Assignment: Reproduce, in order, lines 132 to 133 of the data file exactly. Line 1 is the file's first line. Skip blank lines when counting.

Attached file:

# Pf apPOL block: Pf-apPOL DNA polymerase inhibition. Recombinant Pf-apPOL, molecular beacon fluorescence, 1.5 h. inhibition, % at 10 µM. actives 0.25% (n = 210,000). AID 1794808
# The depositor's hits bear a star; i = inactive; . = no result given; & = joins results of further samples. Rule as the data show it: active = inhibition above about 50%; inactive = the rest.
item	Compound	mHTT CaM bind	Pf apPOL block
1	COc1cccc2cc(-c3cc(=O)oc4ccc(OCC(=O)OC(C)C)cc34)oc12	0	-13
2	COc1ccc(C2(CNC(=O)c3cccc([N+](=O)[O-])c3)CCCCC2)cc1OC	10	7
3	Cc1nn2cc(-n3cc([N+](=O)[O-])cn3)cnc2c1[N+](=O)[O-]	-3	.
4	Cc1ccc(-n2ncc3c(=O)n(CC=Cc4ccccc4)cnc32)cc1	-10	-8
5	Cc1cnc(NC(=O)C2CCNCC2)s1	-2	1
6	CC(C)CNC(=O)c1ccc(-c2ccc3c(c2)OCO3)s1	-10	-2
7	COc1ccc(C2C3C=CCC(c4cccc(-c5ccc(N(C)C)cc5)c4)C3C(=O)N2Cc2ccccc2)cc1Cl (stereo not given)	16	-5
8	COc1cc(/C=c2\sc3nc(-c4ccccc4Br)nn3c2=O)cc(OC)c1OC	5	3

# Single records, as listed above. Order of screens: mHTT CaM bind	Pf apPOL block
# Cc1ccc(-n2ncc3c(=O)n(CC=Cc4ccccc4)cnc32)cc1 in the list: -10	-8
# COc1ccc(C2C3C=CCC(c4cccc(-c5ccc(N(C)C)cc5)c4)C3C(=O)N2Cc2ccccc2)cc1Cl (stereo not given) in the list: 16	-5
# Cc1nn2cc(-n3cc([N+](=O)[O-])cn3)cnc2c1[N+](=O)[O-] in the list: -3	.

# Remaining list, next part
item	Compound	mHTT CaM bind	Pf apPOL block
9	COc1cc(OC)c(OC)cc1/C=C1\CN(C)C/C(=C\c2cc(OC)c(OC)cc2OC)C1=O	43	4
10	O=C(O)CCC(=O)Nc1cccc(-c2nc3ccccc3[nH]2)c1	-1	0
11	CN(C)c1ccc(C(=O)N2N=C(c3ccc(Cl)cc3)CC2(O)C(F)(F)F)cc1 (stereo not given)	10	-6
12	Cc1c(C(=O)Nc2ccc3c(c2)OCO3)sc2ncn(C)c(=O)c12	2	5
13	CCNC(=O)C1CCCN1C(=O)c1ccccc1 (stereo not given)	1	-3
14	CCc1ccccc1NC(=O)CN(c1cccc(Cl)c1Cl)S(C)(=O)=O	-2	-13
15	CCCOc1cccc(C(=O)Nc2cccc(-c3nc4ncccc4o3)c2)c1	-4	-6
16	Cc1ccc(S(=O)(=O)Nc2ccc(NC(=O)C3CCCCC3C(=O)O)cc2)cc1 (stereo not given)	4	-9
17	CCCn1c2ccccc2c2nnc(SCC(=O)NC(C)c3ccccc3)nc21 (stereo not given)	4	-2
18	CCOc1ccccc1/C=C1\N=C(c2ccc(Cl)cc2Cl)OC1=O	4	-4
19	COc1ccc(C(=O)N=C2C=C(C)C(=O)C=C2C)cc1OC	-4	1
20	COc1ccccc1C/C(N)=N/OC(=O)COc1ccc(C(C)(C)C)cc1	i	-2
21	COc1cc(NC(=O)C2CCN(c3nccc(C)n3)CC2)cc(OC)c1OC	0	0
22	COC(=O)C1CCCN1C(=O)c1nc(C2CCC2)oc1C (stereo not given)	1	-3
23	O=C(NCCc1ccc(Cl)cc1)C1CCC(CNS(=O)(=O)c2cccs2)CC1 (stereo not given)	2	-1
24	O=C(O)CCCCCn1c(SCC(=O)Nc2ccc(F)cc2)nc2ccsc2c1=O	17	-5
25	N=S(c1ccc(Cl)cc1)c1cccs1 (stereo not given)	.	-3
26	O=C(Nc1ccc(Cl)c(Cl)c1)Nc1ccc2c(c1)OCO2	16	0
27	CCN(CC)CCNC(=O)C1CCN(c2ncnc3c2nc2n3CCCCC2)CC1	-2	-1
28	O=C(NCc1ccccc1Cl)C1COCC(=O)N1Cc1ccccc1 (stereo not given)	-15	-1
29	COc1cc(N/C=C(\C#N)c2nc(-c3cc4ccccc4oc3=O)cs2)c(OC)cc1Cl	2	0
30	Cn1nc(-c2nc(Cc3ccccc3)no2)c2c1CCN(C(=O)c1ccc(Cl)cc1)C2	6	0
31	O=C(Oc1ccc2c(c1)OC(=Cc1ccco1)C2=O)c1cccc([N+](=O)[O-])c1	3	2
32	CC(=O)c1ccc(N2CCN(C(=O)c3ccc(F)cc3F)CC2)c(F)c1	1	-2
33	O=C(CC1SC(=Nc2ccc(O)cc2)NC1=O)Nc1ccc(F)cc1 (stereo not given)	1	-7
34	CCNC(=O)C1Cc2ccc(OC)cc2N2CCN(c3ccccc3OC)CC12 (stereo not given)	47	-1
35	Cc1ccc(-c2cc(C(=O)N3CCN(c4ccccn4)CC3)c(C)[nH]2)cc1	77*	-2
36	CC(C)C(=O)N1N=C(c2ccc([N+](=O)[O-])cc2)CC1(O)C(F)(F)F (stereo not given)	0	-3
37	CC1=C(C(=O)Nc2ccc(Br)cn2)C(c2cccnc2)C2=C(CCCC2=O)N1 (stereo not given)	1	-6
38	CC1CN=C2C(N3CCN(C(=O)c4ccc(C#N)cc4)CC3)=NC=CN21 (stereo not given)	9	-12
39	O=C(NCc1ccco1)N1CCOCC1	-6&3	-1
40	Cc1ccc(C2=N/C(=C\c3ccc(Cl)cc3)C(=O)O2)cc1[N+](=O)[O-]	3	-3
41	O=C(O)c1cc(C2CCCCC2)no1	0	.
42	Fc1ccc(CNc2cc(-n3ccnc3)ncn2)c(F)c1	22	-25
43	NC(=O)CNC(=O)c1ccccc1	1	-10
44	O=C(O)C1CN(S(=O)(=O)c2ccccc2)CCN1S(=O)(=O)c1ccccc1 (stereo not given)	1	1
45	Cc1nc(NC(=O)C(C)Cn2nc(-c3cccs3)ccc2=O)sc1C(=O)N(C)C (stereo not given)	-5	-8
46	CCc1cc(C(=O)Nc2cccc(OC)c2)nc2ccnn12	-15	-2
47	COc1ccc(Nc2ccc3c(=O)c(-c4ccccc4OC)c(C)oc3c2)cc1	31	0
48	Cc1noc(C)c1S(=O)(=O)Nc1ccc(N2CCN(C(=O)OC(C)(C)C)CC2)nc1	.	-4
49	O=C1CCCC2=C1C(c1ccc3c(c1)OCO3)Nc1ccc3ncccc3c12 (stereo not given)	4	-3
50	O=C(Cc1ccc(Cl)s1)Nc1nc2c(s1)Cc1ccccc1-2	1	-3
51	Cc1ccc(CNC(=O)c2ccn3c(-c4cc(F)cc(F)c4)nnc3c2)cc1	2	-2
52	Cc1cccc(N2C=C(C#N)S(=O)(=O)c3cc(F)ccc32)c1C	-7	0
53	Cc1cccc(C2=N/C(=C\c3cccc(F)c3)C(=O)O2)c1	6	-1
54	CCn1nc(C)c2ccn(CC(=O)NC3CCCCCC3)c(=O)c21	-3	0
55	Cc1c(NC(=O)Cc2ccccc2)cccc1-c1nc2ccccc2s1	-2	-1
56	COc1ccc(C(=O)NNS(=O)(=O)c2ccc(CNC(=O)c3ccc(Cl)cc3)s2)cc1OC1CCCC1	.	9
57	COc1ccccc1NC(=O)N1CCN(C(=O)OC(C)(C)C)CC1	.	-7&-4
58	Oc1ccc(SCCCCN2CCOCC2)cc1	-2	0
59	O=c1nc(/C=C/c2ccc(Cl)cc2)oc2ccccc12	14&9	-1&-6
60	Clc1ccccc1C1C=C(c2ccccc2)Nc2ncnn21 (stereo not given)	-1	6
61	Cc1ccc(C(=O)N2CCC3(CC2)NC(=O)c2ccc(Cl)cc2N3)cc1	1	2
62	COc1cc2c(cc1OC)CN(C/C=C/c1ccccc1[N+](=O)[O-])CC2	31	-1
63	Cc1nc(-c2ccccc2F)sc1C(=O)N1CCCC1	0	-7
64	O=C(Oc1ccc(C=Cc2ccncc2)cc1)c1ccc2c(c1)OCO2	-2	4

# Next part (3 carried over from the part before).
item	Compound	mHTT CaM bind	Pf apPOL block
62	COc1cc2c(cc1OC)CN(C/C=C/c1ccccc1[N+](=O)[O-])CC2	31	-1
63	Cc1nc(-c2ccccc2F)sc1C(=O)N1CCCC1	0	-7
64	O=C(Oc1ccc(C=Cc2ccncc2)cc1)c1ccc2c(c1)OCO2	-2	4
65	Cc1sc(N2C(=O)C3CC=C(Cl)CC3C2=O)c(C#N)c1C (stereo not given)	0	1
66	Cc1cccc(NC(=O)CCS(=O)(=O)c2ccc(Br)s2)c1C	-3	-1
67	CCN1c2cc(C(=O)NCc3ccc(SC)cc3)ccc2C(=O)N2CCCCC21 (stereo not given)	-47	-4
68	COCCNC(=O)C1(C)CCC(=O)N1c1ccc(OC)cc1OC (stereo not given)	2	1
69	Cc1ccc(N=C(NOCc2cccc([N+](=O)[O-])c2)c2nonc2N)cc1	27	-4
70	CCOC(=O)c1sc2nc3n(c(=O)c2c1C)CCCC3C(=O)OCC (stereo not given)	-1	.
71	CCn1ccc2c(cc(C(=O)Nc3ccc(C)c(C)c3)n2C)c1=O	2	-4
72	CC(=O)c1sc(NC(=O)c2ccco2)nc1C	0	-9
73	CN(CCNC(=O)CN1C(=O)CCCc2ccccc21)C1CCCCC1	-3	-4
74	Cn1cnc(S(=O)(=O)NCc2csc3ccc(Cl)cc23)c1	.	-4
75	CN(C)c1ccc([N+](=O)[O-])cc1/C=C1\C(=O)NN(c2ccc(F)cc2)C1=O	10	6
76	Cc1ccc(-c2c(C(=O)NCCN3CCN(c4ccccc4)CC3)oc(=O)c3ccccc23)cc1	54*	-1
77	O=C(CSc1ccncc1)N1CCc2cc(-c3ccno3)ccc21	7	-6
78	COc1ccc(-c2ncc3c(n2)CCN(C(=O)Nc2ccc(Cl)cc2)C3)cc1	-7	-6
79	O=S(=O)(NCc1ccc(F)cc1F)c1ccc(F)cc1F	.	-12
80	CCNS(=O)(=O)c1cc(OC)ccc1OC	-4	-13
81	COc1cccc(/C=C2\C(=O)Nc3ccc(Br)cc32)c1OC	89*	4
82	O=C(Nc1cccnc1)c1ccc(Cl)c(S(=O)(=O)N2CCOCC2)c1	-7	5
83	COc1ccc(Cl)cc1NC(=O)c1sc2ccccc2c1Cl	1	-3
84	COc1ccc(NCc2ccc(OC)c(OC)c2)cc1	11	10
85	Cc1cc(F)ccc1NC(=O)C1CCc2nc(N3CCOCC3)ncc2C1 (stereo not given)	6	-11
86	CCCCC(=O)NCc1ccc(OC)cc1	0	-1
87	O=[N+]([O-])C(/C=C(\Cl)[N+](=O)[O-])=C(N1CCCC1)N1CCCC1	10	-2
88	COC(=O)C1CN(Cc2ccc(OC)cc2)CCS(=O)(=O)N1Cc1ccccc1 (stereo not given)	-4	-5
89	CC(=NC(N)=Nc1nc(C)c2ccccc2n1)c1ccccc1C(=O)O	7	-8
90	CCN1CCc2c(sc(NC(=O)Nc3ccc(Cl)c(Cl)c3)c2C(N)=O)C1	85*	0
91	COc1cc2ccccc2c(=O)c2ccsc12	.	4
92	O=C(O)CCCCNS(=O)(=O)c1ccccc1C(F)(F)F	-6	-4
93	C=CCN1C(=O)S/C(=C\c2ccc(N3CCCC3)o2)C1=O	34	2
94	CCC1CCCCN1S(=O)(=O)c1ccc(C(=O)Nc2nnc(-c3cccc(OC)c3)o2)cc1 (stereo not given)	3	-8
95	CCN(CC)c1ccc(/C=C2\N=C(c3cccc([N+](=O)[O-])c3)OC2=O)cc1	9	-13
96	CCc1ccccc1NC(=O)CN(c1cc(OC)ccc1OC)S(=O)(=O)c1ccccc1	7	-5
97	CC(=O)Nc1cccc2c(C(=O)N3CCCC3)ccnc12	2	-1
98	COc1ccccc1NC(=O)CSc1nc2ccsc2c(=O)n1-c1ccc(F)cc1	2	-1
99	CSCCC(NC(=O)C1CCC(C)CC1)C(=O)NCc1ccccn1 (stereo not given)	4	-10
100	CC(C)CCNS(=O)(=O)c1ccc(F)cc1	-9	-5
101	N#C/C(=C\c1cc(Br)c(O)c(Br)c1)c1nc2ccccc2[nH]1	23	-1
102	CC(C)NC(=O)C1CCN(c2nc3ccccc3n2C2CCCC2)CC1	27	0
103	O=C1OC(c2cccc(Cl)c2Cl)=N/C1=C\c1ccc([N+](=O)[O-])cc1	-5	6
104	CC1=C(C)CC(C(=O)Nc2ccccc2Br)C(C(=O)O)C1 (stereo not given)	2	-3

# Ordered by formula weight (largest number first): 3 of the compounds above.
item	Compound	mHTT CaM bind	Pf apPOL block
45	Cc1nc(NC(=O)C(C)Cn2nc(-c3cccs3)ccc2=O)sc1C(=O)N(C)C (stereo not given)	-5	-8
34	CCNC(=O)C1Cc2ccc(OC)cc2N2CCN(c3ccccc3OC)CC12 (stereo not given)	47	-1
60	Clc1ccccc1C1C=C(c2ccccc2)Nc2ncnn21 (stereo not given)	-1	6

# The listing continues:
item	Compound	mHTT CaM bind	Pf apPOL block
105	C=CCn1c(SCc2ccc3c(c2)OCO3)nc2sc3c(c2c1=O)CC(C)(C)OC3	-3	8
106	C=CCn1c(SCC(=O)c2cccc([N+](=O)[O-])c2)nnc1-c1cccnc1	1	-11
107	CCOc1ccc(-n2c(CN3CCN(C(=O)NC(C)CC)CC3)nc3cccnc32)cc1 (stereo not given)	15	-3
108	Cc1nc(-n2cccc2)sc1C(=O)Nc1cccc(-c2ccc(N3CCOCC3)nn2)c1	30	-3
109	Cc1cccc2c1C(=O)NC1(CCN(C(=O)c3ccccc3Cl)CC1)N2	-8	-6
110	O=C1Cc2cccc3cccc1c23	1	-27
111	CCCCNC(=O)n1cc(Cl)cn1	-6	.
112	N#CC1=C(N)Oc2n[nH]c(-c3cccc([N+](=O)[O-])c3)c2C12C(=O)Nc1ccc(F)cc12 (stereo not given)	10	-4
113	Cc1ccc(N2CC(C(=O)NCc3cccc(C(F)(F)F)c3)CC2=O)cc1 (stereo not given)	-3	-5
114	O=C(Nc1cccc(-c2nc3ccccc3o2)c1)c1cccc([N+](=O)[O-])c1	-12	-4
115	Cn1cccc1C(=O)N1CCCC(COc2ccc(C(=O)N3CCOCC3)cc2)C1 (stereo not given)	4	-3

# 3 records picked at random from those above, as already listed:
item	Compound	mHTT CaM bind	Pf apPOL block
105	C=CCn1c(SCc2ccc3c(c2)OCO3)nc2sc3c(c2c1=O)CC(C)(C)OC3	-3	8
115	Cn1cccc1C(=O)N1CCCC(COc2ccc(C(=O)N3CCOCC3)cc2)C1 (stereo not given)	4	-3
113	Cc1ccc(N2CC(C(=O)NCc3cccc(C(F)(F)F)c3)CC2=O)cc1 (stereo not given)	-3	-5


111	CCCCNC(=O)n1cc(Cl)cn1	-6	.
112	N#CC1=C(N)Oc2n[nH]c(-c3cccc([N+](=O)[O-])c3)c2C12C(=O)Nc1ccc(F)cc12 (stereo not given)	10	-4